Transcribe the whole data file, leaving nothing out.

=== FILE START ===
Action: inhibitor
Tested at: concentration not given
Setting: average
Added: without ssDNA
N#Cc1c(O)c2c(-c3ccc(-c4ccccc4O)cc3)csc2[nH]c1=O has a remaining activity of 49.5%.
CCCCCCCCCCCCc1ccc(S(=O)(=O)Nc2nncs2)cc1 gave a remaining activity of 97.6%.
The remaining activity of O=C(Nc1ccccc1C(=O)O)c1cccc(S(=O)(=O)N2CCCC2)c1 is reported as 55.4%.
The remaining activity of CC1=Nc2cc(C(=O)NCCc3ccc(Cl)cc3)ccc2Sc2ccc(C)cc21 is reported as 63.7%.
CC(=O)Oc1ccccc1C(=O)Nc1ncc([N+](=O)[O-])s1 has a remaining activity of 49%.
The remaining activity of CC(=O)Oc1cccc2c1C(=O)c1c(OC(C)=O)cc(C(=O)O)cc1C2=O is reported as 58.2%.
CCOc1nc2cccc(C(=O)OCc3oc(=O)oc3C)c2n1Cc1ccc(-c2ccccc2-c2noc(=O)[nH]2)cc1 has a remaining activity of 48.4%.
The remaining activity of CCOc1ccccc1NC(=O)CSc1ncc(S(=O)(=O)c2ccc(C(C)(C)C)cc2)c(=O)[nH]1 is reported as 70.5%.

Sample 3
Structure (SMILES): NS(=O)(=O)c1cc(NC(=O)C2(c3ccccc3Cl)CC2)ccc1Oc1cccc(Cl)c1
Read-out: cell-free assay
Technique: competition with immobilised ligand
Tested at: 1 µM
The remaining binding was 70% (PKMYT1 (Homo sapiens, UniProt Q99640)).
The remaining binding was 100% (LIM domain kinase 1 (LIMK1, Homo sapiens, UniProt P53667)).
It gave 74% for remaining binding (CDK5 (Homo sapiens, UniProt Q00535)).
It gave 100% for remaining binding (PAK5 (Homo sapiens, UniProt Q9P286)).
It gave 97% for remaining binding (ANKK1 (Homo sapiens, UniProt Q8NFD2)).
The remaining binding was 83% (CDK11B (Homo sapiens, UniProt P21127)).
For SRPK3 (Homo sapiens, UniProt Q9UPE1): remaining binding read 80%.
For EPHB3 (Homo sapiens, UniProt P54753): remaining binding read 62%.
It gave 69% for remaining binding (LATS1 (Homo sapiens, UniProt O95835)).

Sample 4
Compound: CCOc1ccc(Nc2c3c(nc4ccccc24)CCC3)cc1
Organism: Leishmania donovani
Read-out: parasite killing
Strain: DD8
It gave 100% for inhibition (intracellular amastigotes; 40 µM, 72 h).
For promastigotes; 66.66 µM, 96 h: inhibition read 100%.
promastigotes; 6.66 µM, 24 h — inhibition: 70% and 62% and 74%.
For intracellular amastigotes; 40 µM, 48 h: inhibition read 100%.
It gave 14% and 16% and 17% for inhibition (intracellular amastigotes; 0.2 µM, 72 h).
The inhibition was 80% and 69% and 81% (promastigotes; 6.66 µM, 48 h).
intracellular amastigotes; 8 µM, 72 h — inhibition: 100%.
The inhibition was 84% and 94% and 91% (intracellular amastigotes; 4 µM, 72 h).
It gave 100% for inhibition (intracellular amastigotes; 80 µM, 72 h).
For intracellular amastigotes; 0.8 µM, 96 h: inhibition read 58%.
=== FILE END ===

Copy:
Action: inhibitor
Tested at: concentration not given
Setting: average
Added: without ssDNA
N#Cc1c(O)c2c(-c3ccc(-c4ccccc4O)cc3)csc2[nH]c1=O has a remaining activity of 49.5%.
CCCCCCCCCCCCc1ccc(S(=O)(=O)Nc2nncs2)cc1 gave a remaining activity of 97.6%.
The remaining activity of O=C(Nc1ccccc1C(=O)O)c1cccc(S(=O)(=O)N2CCCC2)c1 is reported as 55.4%.
The remaining activity of CC1=Nc2cc(C(=O)NCCc3ccc(Cl)cc3)ccc2Sc2ccc(C)cc21 is reported as 63.7%.
CC(=O)Oc1ccccc1C(=O)Nc1ncc([N+](=O)[O-])s1 has a remaining activity of 49%.
The remaining activity of CC(=O)Oc1cccc2c1C(=O)c1c(OC(C)=O)cc(C(=O)O)cc1C2=O is reported as 58.2%.
CCOc1nc2cccc(C(=O)OCc3oc(=O)oc3C)c2n1Cc1ccc(-c2ccccc2-c2noc(=O)[nH]2)cc1 has a remaining activity of 48.4%.
The remaining activity of CCOc1ccccc1NC(=O)CSc1ncc(S(=O)(=O)c2ccc(C(C)(C)C)cc2)c(=O)[nH]1 is reported as 70.5%.

Sample 3
Structure (SMILES): NS(=O)(=O)c1cc(NC(=O)C2(c3ccccc3Cl)CC2)ccc1Oc1cccc(Cl)c1
Read-out: cell-free assay
Technique: competition with immobilised ligand
Tested at: 1 µM
The remaining binding was 70% (PKMYT1 (Homo sapiens, UniProt Q99640)).
The remaining binding was 100% (LIM domain kinase 1 (LIMK1, Homo sapiens, UniProt P53667)).
It gave 74% for remaining binding (CDK5 (Homo sapiens, UniProt Q00535)).
It gave 100% for remaining binding (PAK5 (Homo sapiens, UniProt Q9P286)).
It gave 97% for remaining binding (ANKK1 (Homo sapiens, UniProt Q8NFD2)).
The remaining binding was 83% (CDK11B (Homo sapiens, UniProt P21127)).
For SRPK3 (Homo sapiens, UniProt Q9UPE1): remaining binding read 80%.
For EPHB3 (Homo sapiens, UniProt P54753): remaining binding read 62%.
It gave 69% for remaining binding (LATS1 (Homo sapiens, UniProt O95835)).

Sample 4
Compound: CCOc1ccc(Nc2c3c(nc4ccccc24)CCC3)cc1
Organism: Leishmania donovani
Read-out: parasite killing
Strain: DD8
It gave 100% for inhibition (intracellular amastigotes; 40 µM, 72 h).
For promastigotes; 66.66 µM, 96 h: inhibition read 100%.
promastigotes; 6.66 µM, 24 h — inhibition: 70% and 62% and 74%.
For intracellular amastigotes; 40 µM, 48 h: inhibition read 100%.
It gave 14% and 16% and 17% for inhibition (intracellular amastigotes; 0.2 µM, 72 h).
The inhibition was 80% and 69% and 81% (promastigotes; 6.66 µM, 48 h).
intracellular amastigotes; 8 µM, 72 h — inhibition: 100%.
The inhibition was 84% and 94% and 91% (intracellular amastigotes; 4 µM, 72 h).
It gave 100% for inhibition (intracellular amastigotes; 80 µM, 72 h).
For intracellular amastigotes; 0.8 µM, 96 h: inhibition read 58%.